Timestamp-Based Scheduler

This is a Scheduler that gives Conflict-Serializable Schedule

This scheduler is optimistic:

  • it allows any sequence of action
  • periodically it checks if everything is okay. yes - continue, no - abort the transaction and restart

Assume we execute 3 transactions $T_1, T_2, T_3$

  • timestamp-scheduler.png
  • we allow arbitrary reordering of actions from these transactions
  • but we also consistently check if the reordering is equivalent to the serial schedule $(T_1, T_2, T_3)$
  • if not - some transactions are aborted and restarted


Additional information:

  • every transaction $T_i$ receives a timestamp $TS(T_i)$
    • $TS(T_i)$ can be either a datetime or just a value that gets incremented on each operation
    • the higher the $TS(T_i)$, the later $T_i$ started
  • for each DB item $X$ we associate two timestamps and a boolean flag $C(X)$
    • $RT(X)$ - read time of $X$: the $TS(T)$ of the last transaction $T$ that read $X$
    • $WT(X)$ - write time of $X$: the $TS(T)$ of the last transaction $T$ that wrote $X$

Basic Rule:

  • $RT(X)$: every time $X$ is read by $T$ check if
    • $TS(T) > RT(X)$
    • yes - update the $RT(X) \leftarrow TS(T)$
  • $WT(X)$ (initially 0): on every write to $X$ by $T$ check if
    • $TS(T) > WT(X)$
    • yes - update $WT(X) \leftarrow TS(T)$
  • $C(X)$
    • true if the latest transaction that wrote to $X$ has committed
    this is the transaction $T$ that wrote its $TS(T)$ to $WT(X)$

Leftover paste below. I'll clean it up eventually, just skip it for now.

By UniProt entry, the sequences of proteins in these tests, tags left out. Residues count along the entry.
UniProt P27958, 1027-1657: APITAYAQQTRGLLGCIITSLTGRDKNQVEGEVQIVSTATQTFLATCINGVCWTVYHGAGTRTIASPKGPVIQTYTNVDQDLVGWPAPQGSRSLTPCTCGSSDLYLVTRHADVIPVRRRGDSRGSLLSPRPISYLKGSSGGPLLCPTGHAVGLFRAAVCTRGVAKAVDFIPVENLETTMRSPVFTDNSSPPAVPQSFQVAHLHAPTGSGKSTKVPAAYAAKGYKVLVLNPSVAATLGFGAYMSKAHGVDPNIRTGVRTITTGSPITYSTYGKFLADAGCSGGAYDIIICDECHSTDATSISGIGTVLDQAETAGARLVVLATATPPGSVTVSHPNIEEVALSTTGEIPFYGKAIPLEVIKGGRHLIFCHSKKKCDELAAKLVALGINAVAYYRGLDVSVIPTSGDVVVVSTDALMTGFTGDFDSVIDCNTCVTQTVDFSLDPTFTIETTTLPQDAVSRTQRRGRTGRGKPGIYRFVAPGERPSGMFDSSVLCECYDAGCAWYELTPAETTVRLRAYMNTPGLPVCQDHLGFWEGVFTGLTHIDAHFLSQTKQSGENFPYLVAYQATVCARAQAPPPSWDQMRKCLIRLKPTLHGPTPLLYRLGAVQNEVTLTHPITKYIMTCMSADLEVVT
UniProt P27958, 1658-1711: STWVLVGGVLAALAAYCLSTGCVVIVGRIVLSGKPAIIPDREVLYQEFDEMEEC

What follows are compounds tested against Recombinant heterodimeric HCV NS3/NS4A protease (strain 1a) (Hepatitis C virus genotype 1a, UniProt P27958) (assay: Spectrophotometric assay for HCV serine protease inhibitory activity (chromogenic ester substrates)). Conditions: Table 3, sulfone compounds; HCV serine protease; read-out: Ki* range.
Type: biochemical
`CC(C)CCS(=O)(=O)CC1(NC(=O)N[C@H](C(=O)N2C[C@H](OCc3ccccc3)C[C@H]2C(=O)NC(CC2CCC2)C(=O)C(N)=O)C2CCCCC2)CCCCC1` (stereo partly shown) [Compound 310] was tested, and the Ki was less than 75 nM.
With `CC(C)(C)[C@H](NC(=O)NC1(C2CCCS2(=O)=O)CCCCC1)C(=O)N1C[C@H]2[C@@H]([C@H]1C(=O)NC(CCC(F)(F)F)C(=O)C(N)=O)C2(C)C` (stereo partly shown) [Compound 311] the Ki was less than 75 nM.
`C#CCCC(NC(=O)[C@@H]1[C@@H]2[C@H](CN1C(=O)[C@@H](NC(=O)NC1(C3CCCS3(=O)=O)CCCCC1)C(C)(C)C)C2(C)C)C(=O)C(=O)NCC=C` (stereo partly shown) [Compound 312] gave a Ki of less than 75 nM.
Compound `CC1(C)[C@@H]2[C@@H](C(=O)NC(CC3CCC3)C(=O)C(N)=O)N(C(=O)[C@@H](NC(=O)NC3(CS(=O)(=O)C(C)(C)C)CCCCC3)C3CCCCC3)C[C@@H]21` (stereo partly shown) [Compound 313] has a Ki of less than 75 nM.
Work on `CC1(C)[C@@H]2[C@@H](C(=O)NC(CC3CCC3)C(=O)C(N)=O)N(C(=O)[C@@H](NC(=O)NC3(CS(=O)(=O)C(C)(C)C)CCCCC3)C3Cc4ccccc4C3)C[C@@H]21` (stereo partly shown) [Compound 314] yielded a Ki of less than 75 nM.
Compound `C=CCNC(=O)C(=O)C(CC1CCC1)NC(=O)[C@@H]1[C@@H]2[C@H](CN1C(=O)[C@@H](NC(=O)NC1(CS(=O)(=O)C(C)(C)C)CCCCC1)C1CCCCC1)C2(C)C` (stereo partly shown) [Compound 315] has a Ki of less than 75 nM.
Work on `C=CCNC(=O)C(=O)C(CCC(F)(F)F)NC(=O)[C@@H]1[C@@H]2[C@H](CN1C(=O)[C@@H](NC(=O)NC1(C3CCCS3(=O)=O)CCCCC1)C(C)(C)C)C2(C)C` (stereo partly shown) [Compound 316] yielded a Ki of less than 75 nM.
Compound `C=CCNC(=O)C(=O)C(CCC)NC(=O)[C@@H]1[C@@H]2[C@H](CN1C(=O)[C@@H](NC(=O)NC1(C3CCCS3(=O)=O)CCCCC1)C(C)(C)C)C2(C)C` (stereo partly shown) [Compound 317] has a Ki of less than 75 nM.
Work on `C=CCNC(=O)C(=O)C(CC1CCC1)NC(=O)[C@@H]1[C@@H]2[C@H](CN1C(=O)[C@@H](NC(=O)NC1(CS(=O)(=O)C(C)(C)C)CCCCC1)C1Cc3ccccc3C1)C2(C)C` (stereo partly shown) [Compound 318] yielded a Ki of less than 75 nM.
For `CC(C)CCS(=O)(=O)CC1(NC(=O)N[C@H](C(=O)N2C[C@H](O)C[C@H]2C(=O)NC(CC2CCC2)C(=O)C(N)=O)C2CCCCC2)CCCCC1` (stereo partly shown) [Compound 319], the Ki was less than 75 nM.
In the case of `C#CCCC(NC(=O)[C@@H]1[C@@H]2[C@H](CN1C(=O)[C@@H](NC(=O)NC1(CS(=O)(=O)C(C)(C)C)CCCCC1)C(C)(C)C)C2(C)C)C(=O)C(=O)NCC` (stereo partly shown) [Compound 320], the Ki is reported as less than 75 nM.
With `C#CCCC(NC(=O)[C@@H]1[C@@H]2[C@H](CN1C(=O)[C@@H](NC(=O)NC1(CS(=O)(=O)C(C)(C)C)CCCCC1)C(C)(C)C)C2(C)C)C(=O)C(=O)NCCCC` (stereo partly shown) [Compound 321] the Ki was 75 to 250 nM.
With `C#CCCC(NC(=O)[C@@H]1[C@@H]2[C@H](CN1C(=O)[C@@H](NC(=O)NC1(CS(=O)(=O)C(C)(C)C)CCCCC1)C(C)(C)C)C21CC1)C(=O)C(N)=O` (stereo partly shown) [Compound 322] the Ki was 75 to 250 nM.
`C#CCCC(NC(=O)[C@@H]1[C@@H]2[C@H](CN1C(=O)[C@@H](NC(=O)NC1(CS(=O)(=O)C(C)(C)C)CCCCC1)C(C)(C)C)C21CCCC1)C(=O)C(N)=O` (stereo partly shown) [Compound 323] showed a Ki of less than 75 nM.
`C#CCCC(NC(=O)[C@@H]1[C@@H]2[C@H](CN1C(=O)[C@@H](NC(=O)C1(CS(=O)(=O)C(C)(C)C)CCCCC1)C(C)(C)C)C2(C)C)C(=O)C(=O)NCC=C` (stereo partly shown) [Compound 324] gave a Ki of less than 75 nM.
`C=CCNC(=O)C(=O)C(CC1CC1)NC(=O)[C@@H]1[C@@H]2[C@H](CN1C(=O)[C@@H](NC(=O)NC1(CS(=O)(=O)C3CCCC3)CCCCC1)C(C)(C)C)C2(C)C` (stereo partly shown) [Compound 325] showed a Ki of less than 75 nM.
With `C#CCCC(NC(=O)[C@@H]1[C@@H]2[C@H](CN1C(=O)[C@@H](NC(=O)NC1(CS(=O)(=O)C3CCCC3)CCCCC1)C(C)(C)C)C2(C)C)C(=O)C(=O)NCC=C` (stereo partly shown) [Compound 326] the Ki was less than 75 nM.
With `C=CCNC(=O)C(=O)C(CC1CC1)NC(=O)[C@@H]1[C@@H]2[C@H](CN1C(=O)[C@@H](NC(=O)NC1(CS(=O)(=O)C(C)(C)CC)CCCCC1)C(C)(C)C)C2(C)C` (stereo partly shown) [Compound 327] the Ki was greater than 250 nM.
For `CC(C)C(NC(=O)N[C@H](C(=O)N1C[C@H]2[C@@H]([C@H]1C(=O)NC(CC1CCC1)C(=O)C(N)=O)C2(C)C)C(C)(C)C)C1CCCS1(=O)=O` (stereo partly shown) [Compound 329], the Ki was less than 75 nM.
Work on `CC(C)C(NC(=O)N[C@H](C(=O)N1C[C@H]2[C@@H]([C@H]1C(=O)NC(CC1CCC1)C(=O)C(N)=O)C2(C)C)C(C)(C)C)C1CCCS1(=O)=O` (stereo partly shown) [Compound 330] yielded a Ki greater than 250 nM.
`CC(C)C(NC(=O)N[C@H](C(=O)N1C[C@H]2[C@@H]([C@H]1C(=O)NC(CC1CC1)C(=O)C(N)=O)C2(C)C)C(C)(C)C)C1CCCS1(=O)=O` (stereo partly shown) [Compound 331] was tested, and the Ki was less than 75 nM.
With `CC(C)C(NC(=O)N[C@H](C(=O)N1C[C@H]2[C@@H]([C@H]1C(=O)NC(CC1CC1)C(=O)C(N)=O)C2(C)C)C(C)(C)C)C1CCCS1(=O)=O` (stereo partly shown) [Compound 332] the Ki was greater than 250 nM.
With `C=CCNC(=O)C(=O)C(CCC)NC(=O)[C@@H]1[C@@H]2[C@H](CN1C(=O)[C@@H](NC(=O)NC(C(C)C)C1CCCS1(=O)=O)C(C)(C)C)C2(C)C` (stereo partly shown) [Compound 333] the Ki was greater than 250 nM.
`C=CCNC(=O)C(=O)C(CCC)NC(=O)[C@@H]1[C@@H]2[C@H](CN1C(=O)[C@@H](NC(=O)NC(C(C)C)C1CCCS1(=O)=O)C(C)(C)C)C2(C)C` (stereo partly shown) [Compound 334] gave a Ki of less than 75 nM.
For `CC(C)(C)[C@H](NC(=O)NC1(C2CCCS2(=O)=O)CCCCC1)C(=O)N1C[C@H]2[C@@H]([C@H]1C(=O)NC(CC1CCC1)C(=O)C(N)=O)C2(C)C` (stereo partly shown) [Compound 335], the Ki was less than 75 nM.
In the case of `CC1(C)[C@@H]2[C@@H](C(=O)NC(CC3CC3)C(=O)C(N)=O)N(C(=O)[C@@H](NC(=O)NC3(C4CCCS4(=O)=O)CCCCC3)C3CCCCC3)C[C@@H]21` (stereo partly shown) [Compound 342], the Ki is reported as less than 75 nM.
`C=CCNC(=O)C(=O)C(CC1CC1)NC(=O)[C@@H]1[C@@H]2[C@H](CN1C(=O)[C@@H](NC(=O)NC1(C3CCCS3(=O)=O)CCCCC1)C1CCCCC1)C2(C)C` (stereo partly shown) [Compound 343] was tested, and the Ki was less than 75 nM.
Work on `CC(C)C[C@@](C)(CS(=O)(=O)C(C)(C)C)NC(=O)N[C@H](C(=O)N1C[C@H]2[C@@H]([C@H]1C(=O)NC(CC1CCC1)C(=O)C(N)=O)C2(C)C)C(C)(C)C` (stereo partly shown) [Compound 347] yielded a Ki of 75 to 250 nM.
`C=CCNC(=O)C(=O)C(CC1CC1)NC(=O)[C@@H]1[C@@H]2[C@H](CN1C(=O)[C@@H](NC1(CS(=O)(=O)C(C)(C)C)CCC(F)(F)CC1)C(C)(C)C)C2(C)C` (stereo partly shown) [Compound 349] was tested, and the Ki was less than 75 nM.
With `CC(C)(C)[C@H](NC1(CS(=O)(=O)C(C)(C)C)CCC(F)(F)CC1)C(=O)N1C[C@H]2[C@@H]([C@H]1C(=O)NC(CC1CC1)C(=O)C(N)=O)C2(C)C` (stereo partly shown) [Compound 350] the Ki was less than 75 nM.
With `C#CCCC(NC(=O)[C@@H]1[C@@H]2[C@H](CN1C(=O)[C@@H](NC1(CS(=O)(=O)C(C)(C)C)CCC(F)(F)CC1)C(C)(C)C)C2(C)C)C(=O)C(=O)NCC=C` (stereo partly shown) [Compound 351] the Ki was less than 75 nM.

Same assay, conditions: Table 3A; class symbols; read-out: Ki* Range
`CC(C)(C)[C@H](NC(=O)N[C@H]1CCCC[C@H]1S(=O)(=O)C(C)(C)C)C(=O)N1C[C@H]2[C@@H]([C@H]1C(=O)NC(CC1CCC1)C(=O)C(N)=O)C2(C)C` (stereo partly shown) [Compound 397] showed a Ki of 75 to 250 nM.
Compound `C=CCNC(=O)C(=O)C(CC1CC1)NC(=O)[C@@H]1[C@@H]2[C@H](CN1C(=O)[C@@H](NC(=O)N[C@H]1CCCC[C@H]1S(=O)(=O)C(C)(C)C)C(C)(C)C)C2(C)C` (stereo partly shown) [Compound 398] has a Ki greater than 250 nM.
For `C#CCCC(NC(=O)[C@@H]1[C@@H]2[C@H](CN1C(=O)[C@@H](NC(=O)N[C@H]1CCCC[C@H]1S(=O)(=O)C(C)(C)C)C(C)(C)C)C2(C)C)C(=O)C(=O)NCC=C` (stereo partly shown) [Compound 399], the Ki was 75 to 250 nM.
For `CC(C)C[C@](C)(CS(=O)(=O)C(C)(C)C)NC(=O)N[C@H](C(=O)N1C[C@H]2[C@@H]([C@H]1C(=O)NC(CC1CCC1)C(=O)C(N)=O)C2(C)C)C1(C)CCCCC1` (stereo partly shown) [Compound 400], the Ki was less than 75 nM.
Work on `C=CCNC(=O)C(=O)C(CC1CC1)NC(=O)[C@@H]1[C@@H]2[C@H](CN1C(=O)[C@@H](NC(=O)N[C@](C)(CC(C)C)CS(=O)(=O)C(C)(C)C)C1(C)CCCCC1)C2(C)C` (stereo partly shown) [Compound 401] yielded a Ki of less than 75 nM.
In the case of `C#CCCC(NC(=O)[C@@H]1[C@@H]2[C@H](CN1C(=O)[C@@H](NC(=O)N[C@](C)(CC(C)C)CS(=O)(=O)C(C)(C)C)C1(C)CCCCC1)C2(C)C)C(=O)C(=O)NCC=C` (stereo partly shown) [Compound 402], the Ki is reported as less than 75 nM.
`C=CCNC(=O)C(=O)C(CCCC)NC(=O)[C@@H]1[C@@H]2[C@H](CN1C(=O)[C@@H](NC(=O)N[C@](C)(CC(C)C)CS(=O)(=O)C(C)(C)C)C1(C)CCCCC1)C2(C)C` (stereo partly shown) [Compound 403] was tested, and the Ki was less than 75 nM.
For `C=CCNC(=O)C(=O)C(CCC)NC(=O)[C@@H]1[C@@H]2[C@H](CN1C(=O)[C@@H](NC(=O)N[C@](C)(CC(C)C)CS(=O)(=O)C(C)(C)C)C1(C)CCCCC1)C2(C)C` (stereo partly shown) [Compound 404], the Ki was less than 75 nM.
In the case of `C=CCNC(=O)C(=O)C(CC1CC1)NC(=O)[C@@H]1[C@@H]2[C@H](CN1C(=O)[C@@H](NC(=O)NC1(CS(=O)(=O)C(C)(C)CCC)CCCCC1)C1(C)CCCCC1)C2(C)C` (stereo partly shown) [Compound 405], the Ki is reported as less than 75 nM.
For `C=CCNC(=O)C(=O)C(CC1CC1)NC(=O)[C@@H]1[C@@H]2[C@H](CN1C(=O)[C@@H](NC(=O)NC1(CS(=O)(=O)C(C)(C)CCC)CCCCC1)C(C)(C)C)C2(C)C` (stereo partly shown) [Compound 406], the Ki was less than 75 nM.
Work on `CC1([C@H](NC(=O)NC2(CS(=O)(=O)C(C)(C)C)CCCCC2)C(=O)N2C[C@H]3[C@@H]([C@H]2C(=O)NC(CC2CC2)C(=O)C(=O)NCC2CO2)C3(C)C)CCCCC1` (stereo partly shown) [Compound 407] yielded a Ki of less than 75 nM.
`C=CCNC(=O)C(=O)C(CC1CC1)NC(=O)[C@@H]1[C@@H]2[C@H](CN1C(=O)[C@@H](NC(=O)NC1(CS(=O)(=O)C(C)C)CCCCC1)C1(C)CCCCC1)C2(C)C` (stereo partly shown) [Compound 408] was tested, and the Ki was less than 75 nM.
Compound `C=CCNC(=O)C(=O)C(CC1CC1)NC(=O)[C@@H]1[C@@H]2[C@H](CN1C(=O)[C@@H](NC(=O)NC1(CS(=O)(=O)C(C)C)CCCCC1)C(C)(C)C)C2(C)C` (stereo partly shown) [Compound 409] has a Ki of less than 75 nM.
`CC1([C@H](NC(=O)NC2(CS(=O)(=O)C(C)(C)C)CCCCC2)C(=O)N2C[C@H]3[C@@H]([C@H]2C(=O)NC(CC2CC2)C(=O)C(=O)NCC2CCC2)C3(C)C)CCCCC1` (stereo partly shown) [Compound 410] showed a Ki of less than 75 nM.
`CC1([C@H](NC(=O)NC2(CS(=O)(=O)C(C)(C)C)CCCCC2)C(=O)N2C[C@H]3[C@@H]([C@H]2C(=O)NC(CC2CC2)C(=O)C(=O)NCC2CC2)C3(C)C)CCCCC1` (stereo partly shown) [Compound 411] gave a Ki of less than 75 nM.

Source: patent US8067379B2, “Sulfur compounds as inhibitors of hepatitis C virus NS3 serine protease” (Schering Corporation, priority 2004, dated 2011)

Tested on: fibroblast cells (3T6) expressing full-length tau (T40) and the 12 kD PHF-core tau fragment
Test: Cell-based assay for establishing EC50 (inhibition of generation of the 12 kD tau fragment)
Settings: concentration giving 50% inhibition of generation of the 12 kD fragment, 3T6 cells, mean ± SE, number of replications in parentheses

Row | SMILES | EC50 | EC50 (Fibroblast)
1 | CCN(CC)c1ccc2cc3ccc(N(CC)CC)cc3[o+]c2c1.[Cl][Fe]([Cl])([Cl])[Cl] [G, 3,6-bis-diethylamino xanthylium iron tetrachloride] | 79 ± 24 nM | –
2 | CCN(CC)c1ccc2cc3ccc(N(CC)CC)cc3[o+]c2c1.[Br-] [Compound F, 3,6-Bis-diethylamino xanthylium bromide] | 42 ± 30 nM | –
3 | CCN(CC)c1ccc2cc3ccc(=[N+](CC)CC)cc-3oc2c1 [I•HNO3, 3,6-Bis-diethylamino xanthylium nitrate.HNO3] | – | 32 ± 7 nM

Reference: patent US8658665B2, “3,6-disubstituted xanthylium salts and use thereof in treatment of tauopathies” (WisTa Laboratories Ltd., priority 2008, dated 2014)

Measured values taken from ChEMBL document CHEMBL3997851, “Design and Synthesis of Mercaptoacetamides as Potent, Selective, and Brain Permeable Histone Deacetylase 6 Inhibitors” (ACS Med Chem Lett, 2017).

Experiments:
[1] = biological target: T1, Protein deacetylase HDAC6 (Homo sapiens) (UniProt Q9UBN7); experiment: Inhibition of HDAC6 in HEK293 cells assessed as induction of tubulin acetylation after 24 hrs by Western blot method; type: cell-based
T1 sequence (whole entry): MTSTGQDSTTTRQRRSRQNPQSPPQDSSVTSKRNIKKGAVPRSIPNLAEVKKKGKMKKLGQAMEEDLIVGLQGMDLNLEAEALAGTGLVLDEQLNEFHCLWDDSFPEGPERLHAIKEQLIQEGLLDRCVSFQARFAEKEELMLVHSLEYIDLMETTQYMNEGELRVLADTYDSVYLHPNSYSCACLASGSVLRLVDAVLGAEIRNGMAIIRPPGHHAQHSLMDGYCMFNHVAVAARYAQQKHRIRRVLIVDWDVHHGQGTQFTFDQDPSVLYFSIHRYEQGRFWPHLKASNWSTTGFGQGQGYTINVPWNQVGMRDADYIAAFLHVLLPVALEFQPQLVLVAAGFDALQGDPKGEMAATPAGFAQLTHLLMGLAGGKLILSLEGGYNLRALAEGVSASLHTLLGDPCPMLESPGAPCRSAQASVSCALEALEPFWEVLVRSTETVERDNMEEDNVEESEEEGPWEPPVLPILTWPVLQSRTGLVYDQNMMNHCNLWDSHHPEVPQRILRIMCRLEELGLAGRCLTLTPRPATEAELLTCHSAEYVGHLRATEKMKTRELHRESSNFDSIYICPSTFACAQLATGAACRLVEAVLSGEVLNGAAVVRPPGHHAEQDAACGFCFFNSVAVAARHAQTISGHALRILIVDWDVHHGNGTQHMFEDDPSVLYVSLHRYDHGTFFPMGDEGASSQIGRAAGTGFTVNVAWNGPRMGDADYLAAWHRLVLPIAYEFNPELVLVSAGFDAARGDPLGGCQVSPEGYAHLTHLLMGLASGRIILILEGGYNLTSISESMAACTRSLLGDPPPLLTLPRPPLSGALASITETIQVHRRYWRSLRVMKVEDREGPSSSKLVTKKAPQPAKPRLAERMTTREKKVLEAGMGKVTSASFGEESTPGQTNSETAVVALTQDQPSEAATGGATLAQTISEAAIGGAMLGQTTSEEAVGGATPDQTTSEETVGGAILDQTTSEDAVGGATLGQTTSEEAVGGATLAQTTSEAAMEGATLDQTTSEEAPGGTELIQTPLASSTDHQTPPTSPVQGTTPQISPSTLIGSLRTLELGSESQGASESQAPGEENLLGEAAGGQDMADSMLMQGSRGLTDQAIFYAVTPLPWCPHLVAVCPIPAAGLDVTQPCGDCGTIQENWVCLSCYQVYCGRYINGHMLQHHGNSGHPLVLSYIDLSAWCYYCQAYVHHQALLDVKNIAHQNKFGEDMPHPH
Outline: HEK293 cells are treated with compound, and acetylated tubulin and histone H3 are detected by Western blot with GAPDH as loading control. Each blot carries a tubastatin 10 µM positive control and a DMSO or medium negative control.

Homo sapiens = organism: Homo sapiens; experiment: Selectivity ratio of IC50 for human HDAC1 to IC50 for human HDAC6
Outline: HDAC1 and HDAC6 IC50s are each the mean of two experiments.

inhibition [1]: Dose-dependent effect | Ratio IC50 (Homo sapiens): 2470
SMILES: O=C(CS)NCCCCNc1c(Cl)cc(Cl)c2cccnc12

• false otherwise

Problematic Situations

Problematic Situation 1

suppose we have the following sequence of actions:

  1. $T_\text{start},$
  2. $U_\text{start},$
  3. ${\color{blue}{U \text{ writes } X}},$ - allow this because we're optimistic
  4. ${\color{red}{T \text{ reads } X}},$ - not consistent with the serial schedule $(T, U)$ $\Rightarrow$ abort $T$
  5. $...$

So the problem is

  • $T$ starts before $U$, but $U$ writes before $T$ reads
  • should be $T$ reads then $U$ writes

To avoid it we want to check if

  • $TS(T) \geqslant WT(X)$ then we grant a read request $r_T(X)$ to transaction $T$
    • i.e. we should not allow reading of things that were modified by transactions that started later than $T$
  • otherwise we abort $T$

Problematic Situation 2

The sequence of actions:

  1. $U_\text{start},$
  2. $U \text{ writes } X,$
  3. $T_\text{start},$
  4. $T \text{ reads } X,$
  5. ${\color{red}{U_\text{abort}}}, $
  6. $...$


  • Actions 1-4 are consistent with the serial schedule $(U, T)$
  • However $U$ aborts
  • that means that read of $X$ by $T$ was inconsistent - it will be rolled back to the old value on $U_\text{abort}$

To avoid that:

  • reads to $X$ should be delayed until
  • the transaction that last modified $X$ has committed
    • i.e. the transaction with timestamp $WT(X)$
    • and we wait until $C(X)$ is set to true
  • so we do not abort, just pause

Problematic Situation 3

Sequence of Actions:

  1. $T_\text{start},$
  2. $U_\text{start},$